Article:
From Bhâgavata Purâna
SKANDHA XI. CHAP. 13.
Uddhava asked: —
“Generally people know that the objects of the senses lead them to misery. How is it, O Krishna, they still follow them, like dogs, donkeys and goats?”
Sri Krishna replied: —
“When in the heart of the undiscriminating man, the false perception of ‘I’ arises (with regard to body &c.), the terrible Rajas takes possession of the Manas, which by its origin is Sâtvic. Doubts and desires arise in the mind. The mind then dwells upon attributes (oh! how beautiful, what a nice thing!) and acquires a strong liking for it. Guided by the passions, with the senses uncontrolled, deluded by the strong current of Rajas, the helpless man knowingly does things that bear evil fruits. The mind of the wise man is also distracted by Rajas and Tamas. But he sleeplessly controls his mind and he finds fault (with his own actions). He is not attached to them. Gradually and steadfastly offer up your mind to Me, being wide awake, at all times, controlling your breath and regulating your seat and you will then be able to control your mind.
“This is the Yoga, as taught by My disciples Sanaka and others.”
Uddhava asked: —
“When and in what form did you teach Sanaka and others?”
Sri Krishna replied: —
“Sanaka and other Manas-born sons of Brahmâ asked their father as follows: — The mind enters the Gunas (objects i.e. the mind naturally becomes attached to objects) and the Gunas (i.e. the objects when experienced) enter the mind (as desires). How can those that want to cross over (the objects) and to become liberated cause a separation between the two?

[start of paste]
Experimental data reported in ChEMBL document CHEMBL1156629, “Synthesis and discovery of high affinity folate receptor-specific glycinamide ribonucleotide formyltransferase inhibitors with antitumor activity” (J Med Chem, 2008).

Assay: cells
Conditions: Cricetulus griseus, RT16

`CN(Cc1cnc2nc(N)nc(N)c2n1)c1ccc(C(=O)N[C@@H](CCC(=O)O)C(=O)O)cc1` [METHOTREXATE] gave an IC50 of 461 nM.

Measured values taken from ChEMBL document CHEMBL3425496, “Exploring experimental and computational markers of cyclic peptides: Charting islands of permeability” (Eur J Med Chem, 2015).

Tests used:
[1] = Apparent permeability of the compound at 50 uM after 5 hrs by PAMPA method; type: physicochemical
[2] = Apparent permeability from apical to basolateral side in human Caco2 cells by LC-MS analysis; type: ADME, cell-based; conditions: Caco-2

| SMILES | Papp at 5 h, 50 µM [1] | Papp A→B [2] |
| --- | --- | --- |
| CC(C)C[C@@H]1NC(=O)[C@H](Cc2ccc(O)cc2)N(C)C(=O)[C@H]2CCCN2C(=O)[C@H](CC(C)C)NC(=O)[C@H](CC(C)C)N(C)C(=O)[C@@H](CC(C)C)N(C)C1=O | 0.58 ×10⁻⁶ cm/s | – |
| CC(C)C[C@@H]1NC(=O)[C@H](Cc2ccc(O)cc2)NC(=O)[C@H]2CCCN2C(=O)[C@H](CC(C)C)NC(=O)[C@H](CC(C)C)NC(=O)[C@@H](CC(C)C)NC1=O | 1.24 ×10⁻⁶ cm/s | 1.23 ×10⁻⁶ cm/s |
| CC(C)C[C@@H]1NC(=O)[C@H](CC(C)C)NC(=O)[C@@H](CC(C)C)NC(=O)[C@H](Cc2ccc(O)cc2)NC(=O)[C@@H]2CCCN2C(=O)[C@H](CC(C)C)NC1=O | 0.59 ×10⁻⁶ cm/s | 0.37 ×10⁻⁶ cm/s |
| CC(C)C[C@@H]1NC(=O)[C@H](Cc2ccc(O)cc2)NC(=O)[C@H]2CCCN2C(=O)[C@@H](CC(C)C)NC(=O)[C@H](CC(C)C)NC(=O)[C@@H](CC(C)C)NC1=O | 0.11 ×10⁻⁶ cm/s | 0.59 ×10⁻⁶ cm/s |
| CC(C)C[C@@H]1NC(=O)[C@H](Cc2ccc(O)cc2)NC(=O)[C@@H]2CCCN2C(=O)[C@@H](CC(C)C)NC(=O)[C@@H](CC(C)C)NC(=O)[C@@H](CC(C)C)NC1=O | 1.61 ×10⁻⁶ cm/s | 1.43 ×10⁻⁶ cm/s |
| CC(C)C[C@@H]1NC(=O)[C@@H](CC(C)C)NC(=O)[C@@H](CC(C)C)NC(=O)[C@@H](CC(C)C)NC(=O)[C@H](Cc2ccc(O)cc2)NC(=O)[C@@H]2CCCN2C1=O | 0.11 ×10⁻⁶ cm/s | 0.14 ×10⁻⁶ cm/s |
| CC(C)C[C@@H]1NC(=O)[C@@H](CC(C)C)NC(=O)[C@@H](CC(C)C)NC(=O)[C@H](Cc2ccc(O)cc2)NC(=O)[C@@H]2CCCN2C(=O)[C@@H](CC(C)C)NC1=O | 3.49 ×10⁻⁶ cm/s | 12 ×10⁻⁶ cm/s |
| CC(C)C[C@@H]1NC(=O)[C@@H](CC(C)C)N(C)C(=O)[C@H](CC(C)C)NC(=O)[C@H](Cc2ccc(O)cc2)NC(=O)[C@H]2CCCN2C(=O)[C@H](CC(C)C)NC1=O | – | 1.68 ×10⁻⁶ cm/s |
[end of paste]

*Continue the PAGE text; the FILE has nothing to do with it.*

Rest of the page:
“Brahmâ could not gauge the question in his own mind. So he meditated on me. I appeared before him as a Hansa. (The Swan can discriminate between milk and water. So the bird symbolises a discriminating sage.) The Brâhmanas and Brahmâ asked: ‘Who art thou?’ I said as follows: —
“O Brâhmanas does your question relate to Âtmâ — If so, Âtmâ is not many. So the question does not arise. And who will reply to whom?
“If your question relates to the body, then also the elements composing the body being the same in all beings, and Atmâ being the same in all, your question is meaningless.
“Whatever is perceived by the senses and the mind, I am that — There is nothing besides Me. Rightly know this to be so.
“True the mind enters the Gunas and the Gunas enter the mind. The Gunas and mind thus mutually blended are but the body of the Jiva, its reality being My own self. (If mind wedded to objects, be the essence of Jiva, then their separation is not possible. But the essence of Jiva is Brahmâ. Mind is only attributed to Jiva. And Jiva’s connection with the objects is through the properties of the mind. Therefore Jiva by realising that it is Brahmâ will find out that the objects have no existence as far as its own self is concerned. Therefore by devotion to Bhagavat, Jiva completely rests in its own self. Śridhara. This is not a separation of Manas and objects, but the withdrawal of self from both.)
“By constant pursuit of the Gunas, the mind enters the Gunas. The Gunas also (being turned into desires) take a firm hold of the mind. Knowing Me to be thy own self give up both (the objects and the mind wedded to them.)